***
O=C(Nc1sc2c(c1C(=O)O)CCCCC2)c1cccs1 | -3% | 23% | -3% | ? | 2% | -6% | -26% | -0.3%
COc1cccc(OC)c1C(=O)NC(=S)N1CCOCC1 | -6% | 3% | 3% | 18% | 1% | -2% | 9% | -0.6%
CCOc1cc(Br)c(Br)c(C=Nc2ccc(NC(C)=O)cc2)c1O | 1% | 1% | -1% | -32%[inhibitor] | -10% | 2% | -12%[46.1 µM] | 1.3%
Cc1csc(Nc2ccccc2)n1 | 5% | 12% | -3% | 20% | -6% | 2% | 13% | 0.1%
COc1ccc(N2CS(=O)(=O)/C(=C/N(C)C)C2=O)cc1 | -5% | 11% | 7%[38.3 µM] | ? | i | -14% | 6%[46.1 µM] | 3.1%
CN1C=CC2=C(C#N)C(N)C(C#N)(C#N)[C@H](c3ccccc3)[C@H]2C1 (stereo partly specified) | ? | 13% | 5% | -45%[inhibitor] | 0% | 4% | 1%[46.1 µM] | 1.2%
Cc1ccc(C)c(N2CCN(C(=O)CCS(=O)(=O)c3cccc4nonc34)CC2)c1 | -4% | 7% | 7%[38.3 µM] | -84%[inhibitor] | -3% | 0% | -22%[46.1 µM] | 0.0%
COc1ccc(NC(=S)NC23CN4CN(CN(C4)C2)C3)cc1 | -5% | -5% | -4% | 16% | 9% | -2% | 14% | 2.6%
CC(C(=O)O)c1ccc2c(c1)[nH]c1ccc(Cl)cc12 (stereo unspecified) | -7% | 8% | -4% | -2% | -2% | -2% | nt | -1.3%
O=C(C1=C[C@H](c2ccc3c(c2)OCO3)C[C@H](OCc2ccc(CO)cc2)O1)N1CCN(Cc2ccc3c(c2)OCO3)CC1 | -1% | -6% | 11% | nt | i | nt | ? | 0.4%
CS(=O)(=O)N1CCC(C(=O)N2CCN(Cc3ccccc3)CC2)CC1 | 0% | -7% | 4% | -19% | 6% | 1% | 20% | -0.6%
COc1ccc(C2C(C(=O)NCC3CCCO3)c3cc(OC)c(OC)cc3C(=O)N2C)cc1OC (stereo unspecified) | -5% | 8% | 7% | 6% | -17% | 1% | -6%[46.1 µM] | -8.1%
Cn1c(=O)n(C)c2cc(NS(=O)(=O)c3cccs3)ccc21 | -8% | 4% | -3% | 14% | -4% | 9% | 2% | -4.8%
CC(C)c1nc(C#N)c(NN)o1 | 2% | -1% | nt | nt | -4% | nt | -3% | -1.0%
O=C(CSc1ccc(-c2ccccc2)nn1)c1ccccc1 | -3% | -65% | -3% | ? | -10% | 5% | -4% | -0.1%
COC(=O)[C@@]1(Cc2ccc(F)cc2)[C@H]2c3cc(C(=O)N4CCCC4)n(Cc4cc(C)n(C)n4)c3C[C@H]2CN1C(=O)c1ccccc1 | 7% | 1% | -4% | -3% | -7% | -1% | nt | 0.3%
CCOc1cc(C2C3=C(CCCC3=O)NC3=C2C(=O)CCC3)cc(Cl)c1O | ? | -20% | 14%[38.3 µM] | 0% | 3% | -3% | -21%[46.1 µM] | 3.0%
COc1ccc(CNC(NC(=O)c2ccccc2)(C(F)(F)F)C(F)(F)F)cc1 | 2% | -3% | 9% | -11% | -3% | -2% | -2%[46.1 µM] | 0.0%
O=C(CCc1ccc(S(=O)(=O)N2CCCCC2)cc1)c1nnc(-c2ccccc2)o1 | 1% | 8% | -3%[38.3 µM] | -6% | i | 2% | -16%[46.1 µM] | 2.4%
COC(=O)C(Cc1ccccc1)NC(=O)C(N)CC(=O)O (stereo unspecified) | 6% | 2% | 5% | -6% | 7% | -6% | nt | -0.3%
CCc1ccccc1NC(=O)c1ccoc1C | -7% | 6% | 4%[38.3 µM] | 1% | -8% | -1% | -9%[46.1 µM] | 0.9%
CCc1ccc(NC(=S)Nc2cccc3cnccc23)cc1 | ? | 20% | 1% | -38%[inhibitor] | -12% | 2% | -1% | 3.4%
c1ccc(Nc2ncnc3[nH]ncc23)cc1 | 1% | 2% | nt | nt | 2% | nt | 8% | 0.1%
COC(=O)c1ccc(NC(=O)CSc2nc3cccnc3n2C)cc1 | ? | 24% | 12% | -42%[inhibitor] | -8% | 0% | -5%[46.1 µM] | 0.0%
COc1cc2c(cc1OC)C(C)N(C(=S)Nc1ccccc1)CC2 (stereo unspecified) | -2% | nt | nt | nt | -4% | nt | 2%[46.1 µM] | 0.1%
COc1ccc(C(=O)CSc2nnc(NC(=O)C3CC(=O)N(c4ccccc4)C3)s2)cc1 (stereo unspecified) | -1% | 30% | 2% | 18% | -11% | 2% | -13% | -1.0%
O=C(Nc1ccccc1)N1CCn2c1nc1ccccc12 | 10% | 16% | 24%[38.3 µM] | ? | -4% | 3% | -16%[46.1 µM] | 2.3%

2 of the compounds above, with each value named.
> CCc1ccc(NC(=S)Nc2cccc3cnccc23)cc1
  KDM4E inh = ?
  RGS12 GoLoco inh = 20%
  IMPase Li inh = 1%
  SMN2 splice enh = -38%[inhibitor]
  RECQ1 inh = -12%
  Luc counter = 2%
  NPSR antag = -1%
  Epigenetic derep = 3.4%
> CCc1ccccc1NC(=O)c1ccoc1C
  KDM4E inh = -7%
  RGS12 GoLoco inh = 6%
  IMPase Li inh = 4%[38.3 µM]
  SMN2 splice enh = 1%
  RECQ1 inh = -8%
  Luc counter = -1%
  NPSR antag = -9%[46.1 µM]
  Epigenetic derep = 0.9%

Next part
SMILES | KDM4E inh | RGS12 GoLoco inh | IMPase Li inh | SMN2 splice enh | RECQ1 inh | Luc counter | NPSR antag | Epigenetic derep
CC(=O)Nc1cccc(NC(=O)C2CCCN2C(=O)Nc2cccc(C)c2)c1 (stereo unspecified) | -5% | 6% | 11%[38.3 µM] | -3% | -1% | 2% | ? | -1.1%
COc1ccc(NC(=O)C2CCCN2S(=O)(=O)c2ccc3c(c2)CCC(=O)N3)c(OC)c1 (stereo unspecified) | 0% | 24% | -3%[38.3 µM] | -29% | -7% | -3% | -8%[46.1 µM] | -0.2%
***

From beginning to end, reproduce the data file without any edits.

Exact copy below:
O=C(Nc1sc2c(c1C(=O)O)CCCCC2)c1cccs1 | -3% | 23% | -3% | ? | 2% | -6% | -26% | -0.3%
COc1cccc(OC)c1C(=O)NC(=S)N1CCOCC1 | -6% | 3% | 3% | 18% | 1% | -2% | 9% | -0.6%
CCOc1cc(Br)c(Br)c(C=Nc2ccc(NC(C)=O)cc2)c1O | 1% | 1% | -1% | -32%[inhibitor] | -10% | 2% | -12%[46.1 µM] | 1.3%
Cc1csc(Nc2ccccc2)n1 | 5% | 12% | -3% | 20% | -6% | 2% | 13% | 0.1%
COc1ccc(N2CS(=O)(=O)/C(=C/N(C)C)C2=O)cc1 | -5% | 11% | 7%[38.3 µM] | ? | i | -14% | 6%[46.1 µM] | 3.1%
CN1C=CC2=C(C#N)C(N)C(C#N)(C#N)[C@H](c3ccccc3)[C@H]2C1 (stereo partly specified) | ? | 13% | 5% | -45%[inhibitor] | 0% | 4% | 1%[46.1 µM] | 1.2%
Cc1ccc(C)c(N2CCN(C(=O)CCS(=O)(=O)c3cccc4nonc34)CC2)c1 | -4% | 7% | 7%[38.3 µM] | -84%[inhibitor] | -3% | 0% | -22%[46.1 µM] | 0.0%
COc1ccc(NC(=S)NC23CN4CN(CN(C4)C2)C3)cc1 | -5% | -5% | -4% | 16% | 9% | -2% | 14% | 2.6%
CC(C(=O)O)c1ccc2c(c1)[nH]c1ccc(Cl)cc12 (stereo unspecified) | -7% | 8% | -4% | -2% | -2% | -2% | nt | -1.3%
O=C(C1=C[C@H](c2ccc3c(c2)OCO3)C[C@H](OCc2ccc(CO)cc2)O1)N1CCN(Cc2ccc3c(c2)OCO3)CC1 | -1% | -6% | 11% | nt | i | nt | ? | 0.4%
CS(=O)(=O)N1CCC(C(=O)N2CCN(Cc3ccccc3)CC2)CC1 | 0% | -7% | 4% | -19% | 6% | 1% | 20% | -0.6%
COc1ccc(C2C(C(=O)NCC3CCCO3)c3cc(OC)c(OC)cc3C(=O)N2C)cc1OC (stereo unspecified) | -5% | 8% | 7% | 6% | -17% | 1% | -6%[46.1 µM] | -8.1%
Cn1c(=O)n(C)c2cc(NS(=O)(=O)c3cccs3)ccc21 | -8% | 4% | -3% | 14% | -4% | 9% | 2% | -4.8%
CC(C)c1nc(C#N)c(NN)o1 | 2% | -1% | nt | nt | -4% | nt | -3% | -1.0%
O=C(CSc1ccc(-c2ccccc2)nn1)c1ccccc1 | -3% | -65% | -3% | ? | -10% | 5% | -4% | -0.1%
COC(=O)[C@@]1(Cc2ccc(F)cc2)[C@H]2c3cc(C(=O)N4CCCC4)n(Cc4cc(C)n(C)n4)c3C[C@H]2CN1C(=O)c1ccccc1 | 7% | 1% | -4% | -3% | -7% | -1% | nt | 0.3%
CCOc1cc(C2C3=C(CCCC3=O)NC3=C2C(=O)CCC3)cc(Cl)c1O | ? | -20% | 14%[38.3 µM] | 0% | 3% | -3% | -21%[46.1 µM] | 3.0%
COc1ccc(CNC(NC(=O)c2ccccc2)(C(F)(F)F)C(F)(F)F)cc1 | 2% | -3% | 9% | -11% | -3% | -2% | -2%[46.1 µM] | 0.0%
O=C(CCc1ccc(S(=O)(=O)N2CCCCC2)cc1)c1nnc(-c2ccccc2)o1 | 1% | 8% | -3%[38.3 µM] | -6% | i | 2% | -16%[46.1 µM] | 2.4%
COC(=O)C(Cc1ccccc1)NC(=O)C(N)CC(=O)O (stereo unspecified) | 6% | 2% | 5% | -6% | 7% | -6% | nt | -0.3%
CCc1ccccc1NC(=O)c1ccoc1C | -7% | 6% | 4%[38.3 µM] | 1% | -8% | -1% | -9%[46.1 µM] | 0.9%
CCc1ccc(NC(=S)Nc2cccc3cnccc23)cc1 | ? | 20% | 1% | -38%[inhibitor] | -12% | 2% | -1% | 3.4%
c1ccc(Nc2ncnc3[nH]ncc23)cc1 | 1% | 2% | nt | nt | 2% | nt | 8% | 0.1%
COC(=O)c1ccc(NC(=O)CSc2nc3cccnc3n2C)cc1 | ? | 24% | 12% | -42%[inhibitor] | -8% | 0% | -5%[46.1 µM] | 0.0%
COc1cc2c(cc1OC)C(C)N(C(=S)Nc1ccccc1)CC2 (stereo unspecified) | -2% | nt | nt | nt | -4% | nt | 2%[46.1 µM] | 0.1%
COc1ccc(C(=O)CSc2nnc(NC(=O)C3CC(=O)N(c4ccccc4)C3)s2)cc1 (stereo unspecified) | -1% | 30% | 2% | 18% | -11% | 2% | -13% | -1.0%
O=C(Nc1ccccc1)N1CCn2c1nc1ccccc12 | 10% | 16% | 24%[38.3 µM] | ? | -4% | 3% | -16%[46.1 µM] | 2.3%

2 of the compounds above, with each value named.
> CCc1ccc(NC(=S)Nc2cccc3cnccc23)cc1
  KDM4E inh = ?
  RGS12 GoLoco inh = 20%
  IMPase Li inh = 1%
  SMN2 splice enh = -38%[inhibitor]
  RECQ1 inh = -12%
  Luc counter = 2%
  NPSR antag = -1%
  Epigenetic derep = 3.4%
> CCc1ccccc1NC(=O)c1ccoc1C
  KDM4E inh = -7%
  RGS12 GoLoco inh = 6%
  IMPase Li inh = 4%[38.3 µM]
  SMN2 splice enh = 1%
  RECQ1 inh = -8%
  Luc counter = -1%
  NPSR antag = -9%[46.1 µM]
  Epigenetic derep = 0.9%

Next part
SMILES | KDM4E inh | RGS12 GoLoco inh | IMPase Li inh | SMN2 splice enh | RECQ1 inh | Luc counter | NPSR antag | Epigenetic derep
CC(=O)Nc1cccc(NC(=O)C2CCCN2C(=O)Nc2cccc(C)c2)c1 (stereo unspecified) | -5% | 6% | 11%[38.3 µM] | -3% | -1% | 2% | ? | -1.1%
COc1ccc(NC(=O)C2CCCN2S(=O)(=O)c2ccc3c(c2)CCC(=O)N3)c(OC)c1 (stereo unspecified) | 0% | 24% | -3%[38.3 µM] | -29% | -7% | -3% | -8%[46.1 µM] | -0.2%